The UN Science-Policy-Business Forum on the Environment convened its Third Global Session online from 18-20 February 2021, in the lead up to the Fifth Session of the UN Environment Assembly. During the Forum, the Global Partnership on Marine Litter, co-hosted a session on “Managing Risk: Marine Litter and Microplastics Mitigation and Prevention”. This session included speakers representing different stakeholders from UNEP, the Kenyan and Japanese Ministries of Environment, GEO Blue Planet, Greenpeace, Environmental & Indigenous Rights Advocate Group, the European Investment Bank and industry.
From microplastics to derelict fishing gear, various forms and sizes of marine litter are found from coastal shores to the depths of the oceans, and even in remote areas far from human contact. Marine litter has become a multi-dimensional problem with economic, environmental, cultural, and human health costs.
The session highlighted the risks of marine litter and plastic pollution for society and ecosystems as proven by scientific research, and the need for urgent policy actions. Speakers discussed the role of technology, innovation and mutli-stakeholder cooperation in managing and mitigating the risk of marine litter. The session also showcased the recently launched Global Partnership on Marine Litter Digital Platform, which will serve to coordinate multi-stakeholder action towards the long-term elimination of discharges of litter and microplastics into our oceans. To watch the recording of the full session, click here.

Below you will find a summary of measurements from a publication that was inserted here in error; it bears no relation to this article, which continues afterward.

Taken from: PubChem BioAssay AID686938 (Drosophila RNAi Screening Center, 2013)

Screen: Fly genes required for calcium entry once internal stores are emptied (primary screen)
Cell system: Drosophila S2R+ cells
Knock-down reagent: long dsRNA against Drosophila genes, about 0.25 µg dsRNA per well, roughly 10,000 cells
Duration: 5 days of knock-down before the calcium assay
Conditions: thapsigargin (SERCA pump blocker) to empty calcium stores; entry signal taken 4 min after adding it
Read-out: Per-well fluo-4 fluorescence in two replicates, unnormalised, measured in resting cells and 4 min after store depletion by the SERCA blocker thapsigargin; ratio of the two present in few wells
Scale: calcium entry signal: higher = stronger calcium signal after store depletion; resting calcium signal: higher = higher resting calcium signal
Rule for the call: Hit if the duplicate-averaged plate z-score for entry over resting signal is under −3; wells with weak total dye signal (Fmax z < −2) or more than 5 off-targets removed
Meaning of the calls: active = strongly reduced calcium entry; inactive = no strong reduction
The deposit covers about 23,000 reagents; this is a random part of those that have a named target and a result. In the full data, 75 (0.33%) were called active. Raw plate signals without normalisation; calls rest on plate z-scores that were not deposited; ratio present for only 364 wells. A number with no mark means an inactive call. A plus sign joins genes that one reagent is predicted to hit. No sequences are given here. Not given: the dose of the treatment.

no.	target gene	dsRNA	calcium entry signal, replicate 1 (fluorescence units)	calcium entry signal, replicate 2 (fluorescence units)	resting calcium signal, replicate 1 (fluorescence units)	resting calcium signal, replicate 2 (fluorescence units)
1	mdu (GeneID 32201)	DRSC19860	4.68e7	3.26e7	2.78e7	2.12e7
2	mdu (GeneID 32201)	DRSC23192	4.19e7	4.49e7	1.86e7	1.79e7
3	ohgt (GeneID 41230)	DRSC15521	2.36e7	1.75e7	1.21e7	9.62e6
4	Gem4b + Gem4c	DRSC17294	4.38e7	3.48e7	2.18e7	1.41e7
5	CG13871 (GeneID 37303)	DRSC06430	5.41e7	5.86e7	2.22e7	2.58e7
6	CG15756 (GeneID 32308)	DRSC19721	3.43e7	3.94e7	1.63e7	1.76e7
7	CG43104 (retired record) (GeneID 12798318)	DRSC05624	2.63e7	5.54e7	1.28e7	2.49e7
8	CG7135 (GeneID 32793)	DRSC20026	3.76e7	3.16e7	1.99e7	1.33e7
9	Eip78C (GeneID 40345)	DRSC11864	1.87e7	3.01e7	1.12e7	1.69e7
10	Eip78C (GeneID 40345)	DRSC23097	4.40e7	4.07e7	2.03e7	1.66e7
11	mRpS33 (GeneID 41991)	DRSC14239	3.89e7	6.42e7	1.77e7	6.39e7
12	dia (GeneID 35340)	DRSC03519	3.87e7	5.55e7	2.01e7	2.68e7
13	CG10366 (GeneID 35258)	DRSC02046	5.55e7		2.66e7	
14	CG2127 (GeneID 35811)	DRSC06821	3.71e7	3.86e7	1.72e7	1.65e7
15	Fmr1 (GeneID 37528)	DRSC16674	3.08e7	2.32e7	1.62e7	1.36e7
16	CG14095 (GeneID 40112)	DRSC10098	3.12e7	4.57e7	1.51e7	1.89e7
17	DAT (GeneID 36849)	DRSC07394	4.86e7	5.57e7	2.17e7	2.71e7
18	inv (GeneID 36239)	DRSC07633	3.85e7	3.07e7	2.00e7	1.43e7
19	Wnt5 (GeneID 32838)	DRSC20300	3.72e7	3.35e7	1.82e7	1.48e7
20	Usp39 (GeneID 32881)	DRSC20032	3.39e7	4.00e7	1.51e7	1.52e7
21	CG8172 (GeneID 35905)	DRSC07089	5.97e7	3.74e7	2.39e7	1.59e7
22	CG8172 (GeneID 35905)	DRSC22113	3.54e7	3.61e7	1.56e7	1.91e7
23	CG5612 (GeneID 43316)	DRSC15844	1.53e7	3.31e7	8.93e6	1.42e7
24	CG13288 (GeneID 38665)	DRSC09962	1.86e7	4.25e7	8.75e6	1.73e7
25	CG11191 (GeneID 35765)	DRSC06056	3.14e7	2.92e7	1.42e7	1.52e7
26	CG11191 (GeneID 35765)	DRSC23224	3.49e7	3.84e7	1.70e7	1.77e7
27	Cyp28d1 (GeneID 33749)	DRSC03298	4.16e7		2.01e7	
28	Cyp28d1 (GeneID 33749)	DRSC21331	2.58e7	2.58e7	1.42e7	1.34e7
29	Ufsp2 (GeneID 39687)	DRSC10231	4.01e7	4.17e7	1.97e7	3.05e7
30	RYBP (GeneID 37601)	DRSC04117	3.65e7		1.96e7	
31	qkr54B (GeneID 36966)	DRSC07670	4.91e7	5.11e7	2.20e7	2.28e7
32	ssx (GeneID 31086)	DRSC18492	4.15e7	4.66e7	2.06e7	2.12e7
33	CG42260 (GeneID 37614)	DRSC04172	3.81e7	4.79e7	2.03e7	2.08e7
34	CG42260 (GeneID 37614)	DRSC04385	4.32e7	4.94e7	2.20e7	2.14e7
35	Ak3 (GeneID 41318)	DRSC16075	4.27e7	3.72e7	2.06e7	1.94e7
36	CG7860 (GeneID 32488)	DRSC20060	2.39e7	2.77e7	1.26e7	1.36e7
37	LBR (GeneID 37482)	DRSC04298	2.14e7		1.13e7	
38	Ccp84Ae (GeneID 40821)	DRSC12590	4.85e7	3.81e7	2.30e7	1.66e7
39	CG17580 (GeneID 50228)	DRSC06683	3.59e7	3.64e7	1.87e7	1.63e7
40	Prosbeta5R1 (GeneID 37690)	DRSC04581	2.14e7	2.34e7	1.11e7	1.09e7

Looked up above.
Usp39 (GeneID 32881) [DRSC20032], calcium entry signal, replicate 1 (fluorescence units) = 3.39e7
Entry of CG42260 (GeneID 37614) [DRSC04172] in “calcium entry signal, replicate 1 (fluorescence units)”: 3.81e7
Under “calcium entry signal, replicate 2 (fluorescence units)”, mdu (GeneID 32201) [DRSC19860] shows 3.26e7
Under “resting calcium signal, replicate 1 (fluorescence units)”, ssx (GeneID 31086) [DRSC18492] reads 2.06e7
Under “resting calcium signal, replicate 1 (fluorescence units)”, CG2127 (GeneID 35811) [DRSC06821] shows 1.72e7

During the session, the head of the GEO Blue Planet EU Office, Audrey Hasson from Mercator Ocean International, spoke about the challenges and opportunities of monitoring marine litter. Audrey presented the wide range of plastic types and sizes, and the multiple technologies used to monitor plastic, resulting in a multitude of heterogeneous observations. Overcoming the challenges surrounding processing and combining these observations using machine learning and other IT techniques, will contribute to the solution for addressing the impact of marine pollution, guiding informed policies, and directing in situ actions. They also can be used to monitor the effectiveness of policies, actions and societal behavioural changes aiming to curb marine litter.
Audrey Hasson leads of the GEO Blue Planet’s Working Group on Marine Debris, which serves as a forum for the international marine litter community to coordinate activities, network and exchange information. The Working Group collaborates with GPML on the Digital Platform. It also seeks to identify information gaps and share best practices used to monitor marine litter to inform policy recommendations and to measure the impact of mitigation strategies. These actions in turn will contribute to the UN’s Sustainable Development Goal 14.1: “by 2025, prevent and significantly reduce marine pollution of all kinds, in particular from land-based activities, including marine debris and nutrient pollution”.